Former Newcastle University student (and Courier writer!) Merlin Mee opens up about life as a freelance creative on top on working full-time. He was absolutely lovely to talk to, and spoke about everything from interviewing Vera to struggling with burn out.
How would you describe your job title? What work do you do, both paid and voluntary?
Merlin works full-time at GCSEPod as a publishing assistant, and does freelance work on the side.
He described his job title within freelance as a freelance creative. "That’s the term that I use, because it’s really open. I didn’t want to put myself in a box with it. Freelance creative consists of not only video work and filming things, but also working as part of a creative team on productions. It’s mainly been in theatre that I do it.”
On the side, Merlin volunteers as a sergeant at air cadets. He says "I run their social media and do creative work video work for them...I was kind of apprehensive to join it because it’s military, but the reason that I do it is because it’s fun teaching the kids stuff and I’m putting myself out of my comfort zone a lot."
What is a typical day of work like for you?
Merlin told me about what a typical day of working at his day-job then having a freelance gig in the evening would be like filming a play, often at Live Theatre. He emphasized how important it has been for him to be transparent with his day job about freelance work.
“Say I’m working from home, I’ll get up at eight, start work as normal...I don’t answer freelance emails during my work shift. I will wait until my lunch break to do that. My lunch is an hour long, so I’ll make sure any freelance work I do is within that bubble. But then that I’ve also had time to eat!”
“So usually if I have a gig in the evening after work, I usually like to get there about six to half six. I like to get there a bit early to see everyone again, the lighting team and the production team and stuff. I’m kind of like a semi-permanent fixture there, like usually I know everyone there. I set up at the back, have a nice crack on with people, go get myself a Greggs, and wait for the play to start! It will usually be recording the play or watching it, and then doing the VoxPops afterwards.”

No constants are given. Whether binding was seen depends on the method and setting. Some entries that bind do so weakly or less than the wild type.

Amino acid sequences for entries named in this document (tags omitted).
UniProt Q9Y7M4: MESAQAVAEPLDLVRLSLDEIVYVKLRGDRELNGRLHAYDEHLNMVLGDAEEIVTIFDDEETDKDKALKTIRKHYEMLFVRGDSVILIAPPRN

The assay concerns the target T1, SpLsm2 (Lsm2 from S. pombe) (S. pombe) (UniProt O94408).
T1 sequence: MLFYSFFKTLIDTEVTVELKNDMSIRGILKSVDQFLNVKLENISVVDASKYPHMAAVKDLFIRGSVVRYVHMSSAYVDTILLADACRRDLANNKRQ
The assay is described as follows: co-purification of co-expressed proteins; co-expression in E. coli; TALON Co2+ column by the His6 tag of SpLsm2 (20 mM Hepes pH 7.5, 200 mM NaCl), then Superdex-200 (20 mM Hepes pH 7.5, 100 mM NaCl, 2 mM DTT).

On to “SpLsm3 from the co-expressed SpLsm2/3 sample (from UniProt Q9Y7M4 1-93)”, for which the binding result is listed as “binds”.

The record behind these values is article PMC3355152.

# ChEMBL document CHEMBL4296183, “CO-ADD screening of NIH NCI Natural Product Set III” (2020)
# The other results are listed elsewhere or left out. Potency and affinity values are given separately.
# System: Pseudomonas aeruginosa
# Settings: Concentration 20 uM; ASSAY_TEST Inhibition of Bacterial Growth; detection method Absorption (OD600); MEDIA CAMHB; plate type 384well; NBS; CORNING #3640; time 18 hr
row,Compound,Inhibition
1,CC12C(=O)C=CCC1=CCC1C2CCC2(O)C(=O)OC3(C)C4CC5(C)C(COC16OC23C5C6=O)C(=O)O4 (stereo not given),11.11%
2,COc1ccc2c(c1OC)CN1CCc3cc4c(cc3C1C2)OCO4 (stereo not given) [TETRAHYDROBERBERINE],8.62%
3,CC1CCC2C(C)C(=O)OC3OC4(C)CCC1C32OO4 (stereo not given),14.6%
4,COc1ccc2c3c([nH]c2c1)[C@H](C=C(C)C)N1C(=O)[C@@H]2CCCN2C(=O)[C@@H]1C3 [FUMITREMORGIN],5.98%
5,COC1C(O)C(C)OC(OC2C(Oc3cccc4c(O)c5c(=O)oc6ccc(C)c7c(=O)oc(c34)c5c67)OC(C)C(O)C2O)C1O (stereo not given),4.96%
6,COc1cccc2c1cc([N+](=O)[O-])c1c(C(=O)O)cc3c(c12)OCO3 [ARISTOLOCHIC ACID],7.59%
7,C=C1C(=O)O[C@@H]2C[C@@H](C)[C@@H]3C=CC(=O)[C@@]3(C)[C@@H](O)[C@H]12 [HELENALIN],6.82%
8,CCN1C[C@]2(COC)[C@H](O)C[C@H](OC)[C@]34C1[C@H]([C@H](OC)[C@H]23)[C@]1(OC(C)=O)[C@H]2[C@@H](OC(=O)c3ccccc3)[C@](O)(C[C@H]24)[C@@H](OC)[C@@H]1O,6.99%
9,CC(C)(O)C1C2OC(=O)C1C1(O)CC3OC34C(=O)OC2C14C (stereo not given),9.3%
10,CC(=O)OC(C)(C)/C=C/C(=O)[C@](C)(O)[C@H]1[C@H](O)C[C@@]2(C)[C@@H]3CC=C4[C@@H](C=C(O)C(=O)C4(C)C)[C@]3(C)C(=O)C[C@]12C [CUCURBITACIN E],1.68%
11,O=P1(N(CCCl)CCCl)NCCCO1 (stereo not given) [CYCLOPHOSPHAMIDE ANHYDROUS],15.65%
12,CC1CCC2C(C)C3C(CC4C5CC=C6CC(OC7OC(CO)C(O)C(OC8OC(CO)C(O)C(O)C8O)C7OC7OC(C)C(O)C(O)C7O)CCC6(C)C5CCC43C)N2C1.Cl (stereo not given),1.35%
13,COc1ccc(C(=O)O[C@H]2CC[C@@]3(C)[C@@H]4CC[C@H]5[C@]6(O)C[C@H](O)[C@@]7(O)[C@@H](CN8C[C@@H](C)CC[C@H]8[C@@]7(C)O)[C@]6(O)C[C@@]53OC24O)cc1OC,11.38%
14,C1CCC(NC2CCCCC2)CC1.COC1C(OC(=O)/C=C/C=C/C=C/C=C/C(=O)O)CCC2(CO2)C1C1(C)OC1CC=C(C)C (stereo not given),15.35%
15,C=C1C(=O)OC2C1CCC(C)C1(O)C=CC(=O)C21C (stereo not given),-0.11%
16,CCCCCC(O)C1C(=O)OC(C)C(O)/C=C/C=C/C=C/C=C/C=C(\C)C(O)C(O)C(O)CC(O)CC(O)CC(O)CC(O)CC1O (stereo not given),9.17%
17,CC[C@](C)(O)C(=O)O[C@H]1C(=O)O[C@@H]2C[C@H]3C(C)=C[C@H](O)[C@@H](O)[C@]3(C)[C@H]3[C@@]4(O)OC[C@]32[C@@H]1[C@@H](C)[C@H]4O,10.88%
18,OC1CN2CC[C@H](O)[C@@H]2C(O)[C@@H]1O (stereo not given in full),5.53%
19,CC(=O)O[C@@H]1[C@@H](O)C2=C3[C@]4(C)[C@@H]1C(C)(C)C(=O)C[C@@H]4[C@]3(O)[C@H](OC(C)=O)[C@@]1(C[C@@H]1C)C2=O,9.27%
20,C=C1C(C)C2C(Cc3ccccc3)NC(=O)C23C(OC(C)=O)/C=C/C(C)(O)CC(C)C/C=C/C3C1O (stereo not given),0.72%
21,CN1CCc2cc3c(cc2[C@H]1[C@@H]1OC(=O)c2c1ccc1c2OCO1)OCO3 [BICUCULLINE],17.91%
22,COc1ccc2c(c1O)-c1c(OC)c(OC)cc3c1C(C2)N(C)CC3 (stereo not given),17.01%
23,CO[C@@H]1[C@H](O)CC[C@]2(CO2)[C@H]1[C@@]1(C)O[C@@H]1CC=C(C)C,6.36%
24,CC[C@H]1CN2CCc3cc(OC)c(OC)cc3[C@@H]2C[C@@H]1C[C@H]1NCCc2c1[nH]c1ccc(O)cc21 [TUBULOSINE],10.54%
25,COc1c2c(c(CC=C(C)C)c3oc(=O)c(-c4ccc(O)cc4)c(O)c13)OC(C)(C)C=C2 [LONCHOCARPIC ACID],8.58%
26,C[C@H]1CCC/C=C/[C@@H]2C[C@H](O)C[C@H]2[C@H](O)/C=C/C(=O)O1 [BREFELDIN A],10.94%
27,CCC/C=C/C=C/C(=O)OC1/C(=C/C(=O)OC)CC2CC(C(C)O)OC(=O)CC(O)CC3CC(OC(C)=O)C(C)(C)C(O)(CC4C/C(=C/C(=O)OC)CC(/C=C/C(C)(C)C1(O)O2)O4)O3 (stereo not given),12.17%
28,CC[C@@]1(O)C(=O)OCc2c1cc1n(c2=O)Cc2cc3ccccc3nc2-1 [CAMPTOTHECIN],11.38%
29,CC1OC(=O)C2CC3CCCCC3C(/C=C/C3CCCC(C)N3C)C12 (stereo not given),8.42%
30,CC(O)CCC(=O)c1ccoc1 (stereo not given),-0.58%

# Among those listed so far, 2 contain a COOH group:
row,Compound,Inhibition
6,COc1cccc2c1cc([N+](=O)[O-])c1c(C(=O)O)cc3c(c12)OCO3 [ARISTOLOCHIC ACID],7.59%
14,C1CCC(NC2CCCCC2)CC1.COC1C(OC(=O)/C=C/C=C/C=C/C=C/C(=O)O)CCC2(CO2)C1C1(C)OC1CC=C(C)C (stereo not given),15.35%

“The cool thing about freelance work is a lot of the jobs are really different. But that’s a nice regular job I’ve got.”
How do you maintain balance and avoid burn out?
Merlin discussed the importance of balance when working in freelance, and how you don't need to make yourself ill with the amount you are working. He explained how much of the creative community in the North East normally are very understanding and accepting.
“I have done it several times where I’ve taken on too much and I have burnt myself out. It’s got to happen so you can realise you have to be more self reflective.”
“Sometimes it’s taught me to be quite brutal in my self-care. I’m a yes person, I will say yes to everything because it sounds like such an awesome opportunity, but then if I feel like I can’t take this on because I don’t want my career at GCSEpod to suffer.”
“Talking to my friends or my partner about it. I know we don’t all have someone we can talk to about that stuff, but for me that’s helped. I’m quite a feelings person, and my partner’s quite a logic person. He will be almost brutally honest about it, but he’ll say, "Merlin you’re taking too much on!"...Sometimes you need that calm logical mind to look at your life and say you’re taking on too much.”